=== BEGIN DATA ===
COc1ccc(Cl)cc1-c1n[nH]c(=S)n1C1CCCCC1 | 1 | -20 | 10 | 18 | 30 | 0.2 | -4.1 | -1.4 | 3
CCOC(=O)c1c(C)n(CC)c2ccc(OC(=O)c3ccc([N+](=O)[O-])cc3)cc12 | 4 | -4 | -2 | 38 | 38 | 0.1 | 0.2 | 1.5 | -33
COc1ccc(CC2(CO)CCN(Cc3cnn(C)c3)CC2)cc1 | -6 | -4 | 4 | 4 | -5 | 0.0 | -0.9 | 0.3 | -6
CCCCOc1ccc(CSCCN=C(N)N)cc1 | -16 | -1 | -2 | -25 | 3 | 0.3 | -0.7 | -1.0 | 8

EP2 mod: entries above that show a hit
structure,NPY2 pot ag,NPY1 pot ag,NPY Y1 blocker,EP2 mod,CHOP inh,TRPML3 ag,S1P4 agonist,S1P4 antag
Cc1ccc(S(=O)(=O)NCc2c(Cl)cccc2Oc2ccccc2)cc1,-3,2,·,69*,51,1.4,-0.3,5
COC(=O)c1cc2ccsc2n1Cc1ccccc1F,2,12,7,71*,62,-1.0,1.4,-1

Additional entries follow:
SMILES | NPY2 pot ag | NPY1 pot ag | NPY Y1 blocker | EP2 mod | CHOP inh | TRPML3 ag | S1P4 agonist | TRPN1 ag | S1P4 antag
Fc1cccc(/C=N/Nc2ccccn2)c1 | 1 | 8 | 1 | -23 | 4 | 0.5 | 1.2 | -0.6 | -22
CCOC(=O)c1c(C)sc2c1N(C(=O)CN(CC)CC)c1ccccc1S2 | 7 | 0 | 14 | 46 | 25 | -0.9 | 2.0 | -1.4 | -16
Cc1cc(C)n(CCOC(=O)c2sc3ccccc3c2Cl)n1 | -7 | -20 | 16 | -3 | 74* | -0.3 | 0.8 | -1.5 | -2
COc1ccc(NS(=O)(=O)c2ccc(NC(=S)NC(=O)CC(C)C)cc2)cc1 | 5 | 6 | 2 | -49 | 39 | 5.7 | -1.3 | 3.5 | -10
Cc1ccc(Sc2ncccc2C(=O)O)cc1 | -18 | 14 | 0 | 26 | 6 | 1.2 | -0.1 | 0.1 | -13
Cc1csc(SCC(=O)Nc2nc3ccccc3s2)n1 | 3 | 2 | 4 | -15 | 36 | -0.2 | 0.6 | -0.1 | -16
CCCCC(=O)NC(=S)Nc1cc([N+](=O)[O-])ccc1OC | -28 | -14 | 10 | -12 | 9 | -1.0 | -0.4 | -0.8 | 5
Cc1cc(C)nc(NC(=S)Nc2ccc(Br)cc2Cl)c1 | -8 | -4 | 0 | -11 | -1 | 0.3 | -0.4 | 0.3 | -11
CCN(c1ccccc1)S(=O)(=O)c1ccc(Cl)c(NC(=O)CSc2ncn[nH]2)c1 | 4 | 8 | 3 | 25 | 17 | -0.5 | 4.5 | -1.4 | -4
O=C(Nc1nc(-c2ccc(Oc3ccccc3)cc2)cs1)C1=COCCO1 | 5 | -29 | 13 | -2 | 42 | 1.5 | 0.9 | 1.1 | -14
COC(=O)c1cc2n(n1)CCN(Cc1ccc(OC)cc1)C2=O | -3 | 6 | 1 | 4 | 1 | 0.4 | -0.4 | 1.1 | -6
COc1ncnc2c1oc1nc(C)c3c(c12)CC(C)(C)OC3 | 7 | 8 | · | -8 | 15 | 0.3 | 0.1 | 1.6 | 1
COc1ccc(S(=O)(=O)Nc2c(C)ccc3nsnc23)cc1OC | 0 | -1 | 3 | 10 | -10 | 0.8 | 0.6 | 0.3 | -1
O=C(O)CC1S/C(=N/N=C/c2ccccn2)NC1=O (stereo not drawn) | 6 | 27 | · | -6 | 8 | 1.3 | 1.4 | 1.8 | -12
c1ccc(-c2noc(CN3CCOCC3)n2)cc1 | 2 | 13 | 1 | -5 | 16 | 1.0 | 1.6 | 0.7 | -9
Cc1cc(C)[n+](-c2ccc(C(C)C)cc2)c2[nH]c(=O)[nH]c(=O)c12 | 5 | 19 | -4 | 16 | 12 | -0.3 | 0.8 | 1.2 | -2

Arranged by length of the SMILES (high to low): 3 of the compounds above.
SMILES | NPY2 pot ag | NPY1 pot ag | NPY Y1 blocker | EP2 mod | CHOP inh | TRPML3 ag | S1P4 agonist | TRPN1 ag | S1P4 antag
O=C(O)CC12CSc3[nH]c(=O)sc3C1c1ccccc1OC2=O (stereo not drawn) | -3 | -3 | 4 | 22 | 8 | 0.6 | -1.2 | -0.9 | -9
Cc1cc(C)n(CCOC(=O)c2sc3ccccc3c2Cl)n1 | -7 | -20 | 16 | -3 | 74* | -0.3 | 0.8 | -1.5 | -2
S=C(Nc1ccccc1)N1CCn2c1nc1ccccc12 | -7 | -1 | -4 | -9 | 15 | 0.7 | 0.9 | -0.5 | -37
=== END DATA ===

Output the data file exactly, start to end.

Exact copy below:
COc1ccc(Cl)cc1-c1n[nH]c(=S)n1C1CCCCC1 | 1 | -20 | 10 | 18 | 30 | 0.2 | -4.1 | -1.4 | 3
CCOC(=O)c1c(C)n(CC)c2ccc(OC(=O)c3ccc([N+](=O)[O-])cc3)cc12 | 4 | -4 | -2 | 38 | 38 | 0.1 | 0.2 | 1.5 | -33
COc1ccc(CC2(CO)CCN(Cc3cnn(C)c3)CC2)cc1 | -6 | -4 | 4 | 4 | -5 | 0.0 | -0.9 | 0.3 | -6
CCCCOc1ccc(CSCCN=C(N)N)cc1 | -16 | -1 | -2 | -25 | 3 | 0.3 | -0.7 | -1.0 | 8

EP2 mod: entries above that show a hit
structure,NPY2 pot ag,NPY1 pot ag,NPY Y1 blocker,EP2 mod,CHOP inh,TRPML3 ag,S1P4 agonist,S1P4 antag
Cc1ccc(S(=O)(=O)NCc2c(Cl)cccc2Oc2ccccc2)cc1,-3,2,·,69*,51,1.4,-0.3,5
COC(=O)c1cc2ccsc2n1Cc1ccccc1F,2,12,7,71*,62,-1.0,1.4,-1

Additional entries follow:
SMILES | NPY2 pot ag | NPY1 pot ag | NPY Y1 blocker | EP2 mod | CHOP inh | TRPML3 ag | S1P4 agonist | TRPN1 ag | S1P4 antag
Fc1cccc(/C=N/Nc2ccccn2)c1 | 1 | 8 | 1 | -23 | 4 | 0.5 | 1.2 | -0.6 | -22
CCOC(=O)c1c(C)sc2c1N(C(=O)CN(CC)CC)c1ccccc1S2 | 7 | 0 | 14 | 46 | 25 | -0.9 | 2.0 | -1.4 | -16
Cc1cc(C)n(CCOC(=O)c2sc3ccccc3c2Cl)n1 | -7 | -20 | 16 | -3 | 74* | -0.3 | 0.8 | -1.5 | -2
COc1ccc(NS(=O)(=O)c2ccc(NC(=S)NC(=O)CC(C)C)cc2)cc1 | 5 | 6 | 2 | -49 | 39 | 5.7 | -1.3 | 3.5 | -10
Cc1ccc(Sc2ncccc2C(=O)O)cc1 | -18 | 14 | 0 | 26 | 6 | 1.2 | -0.1 | 0.1 | -13
Cc1csc(SCC(=O)Nc2nc3ccccc3s2)n1 | 3 | 2 | 4 | -15 | 36 | -0.2 | 0.6 | -0.1 | -16
CCCCC(=O)NC(=S)Nc1cc([N+](=O)[O-])ccc1OC | -28 | -14 | 10 | -12 | 9 | -1.0 | -0.4 | -0.8 | 5
Cc1cc(C)nc(NC(=S)Nc2ccc(Br)cc2Cl)c1 | -8 | -4 | 0 | -11 | -1 | 0.3 | -0.4 | 0.3 | -11
CCN(c1ccccc1)S(=O)(=O)c1ccc(Cl)c(NC(=O)CSc2ncn[nH]2)c1 | 4 | 8 | 3 | 25 | 17 | -0.5 | 4.5 | -1.4 | -4
O=C(Nc1nc(-c2ccc(Oc3ccccc3)cc2)cs1)C1=COCCO1 | 5 | -29 | 13 | -2 | 42 | 1.5 | 0.9 | 1.1 | -14
COC(=O)c1cc2n(n1)CCN(Cc1ccc(OC)cc1)C2=O | -3 | 6 | 1 | 4 | 1 | 0.4 | -0.4 | 1.1 | -6
COc1ncnc2c1oc1nc(C)c3c(c12)CC(C)(C)OC3 | 7 | 8 | · | -8 | 15 | 0.3 | 0.1 | 1.6 | 1
COc1ccc(S(=O)(=O)Nc2c(C)ccc3nsnc23)cc1OC | 0 | -1 | 3 | 10 | -10 | 0.8 | 0.6 | 0.3 | -1
O=C(O)CC1S/C(=N/N=C/c2ccccn2)NC1=O (stereo not drawn) | 6 | 27 | · | -6 | 8 | 1.3 | 1.4 | 1.8 | -12
c1ccc(-c2noc(CN3CCOCC3)n2)cc1 | 2 | 13 | 1 | -5 | 16 | 1.0 | 1.6 | 0.7 | -9
Cc1cc(C)[n+](-c2ccc(C(C)C)cc2)c2[nH]c(=O)[nH]c(=O)c12 | 5 | 19 | -4 | 16 | 12 | -0.3 | 0.8 | 1.2 | -2

Arranged by length of the SMILES (high to low): 3 of the compounds above.
SMILES | NPY2 pot ag | NPY1 pot ag | NPY Y1 blocker | EP2 mod | CHOP inh | TRPML3 ag | S1P4 agonist | TRPN1 ag | S1P4 antag
O=C(O)CC12CSc3[nH]c(=O)sc3C1c1ccccc1OC2=O (stereo not drawn) | -3 | -3 | 4 | 22 | 8 | 0.6 | -1.2 | -0.9 | -9
Cc1cc(C)n(CCOC(=O)c2sc3ccccc3c2Cl)n1 | -7 | -20 | 16 | -3 | 74* | -0.3 | 0.8 | -1.5 | -2
S=C(Nc1ccccc1)N1CCn2c1nc1ccccc12 | -7 | -1 | -4 | -9 | 15 | 0.7 | 0.9 | -0.5 | -37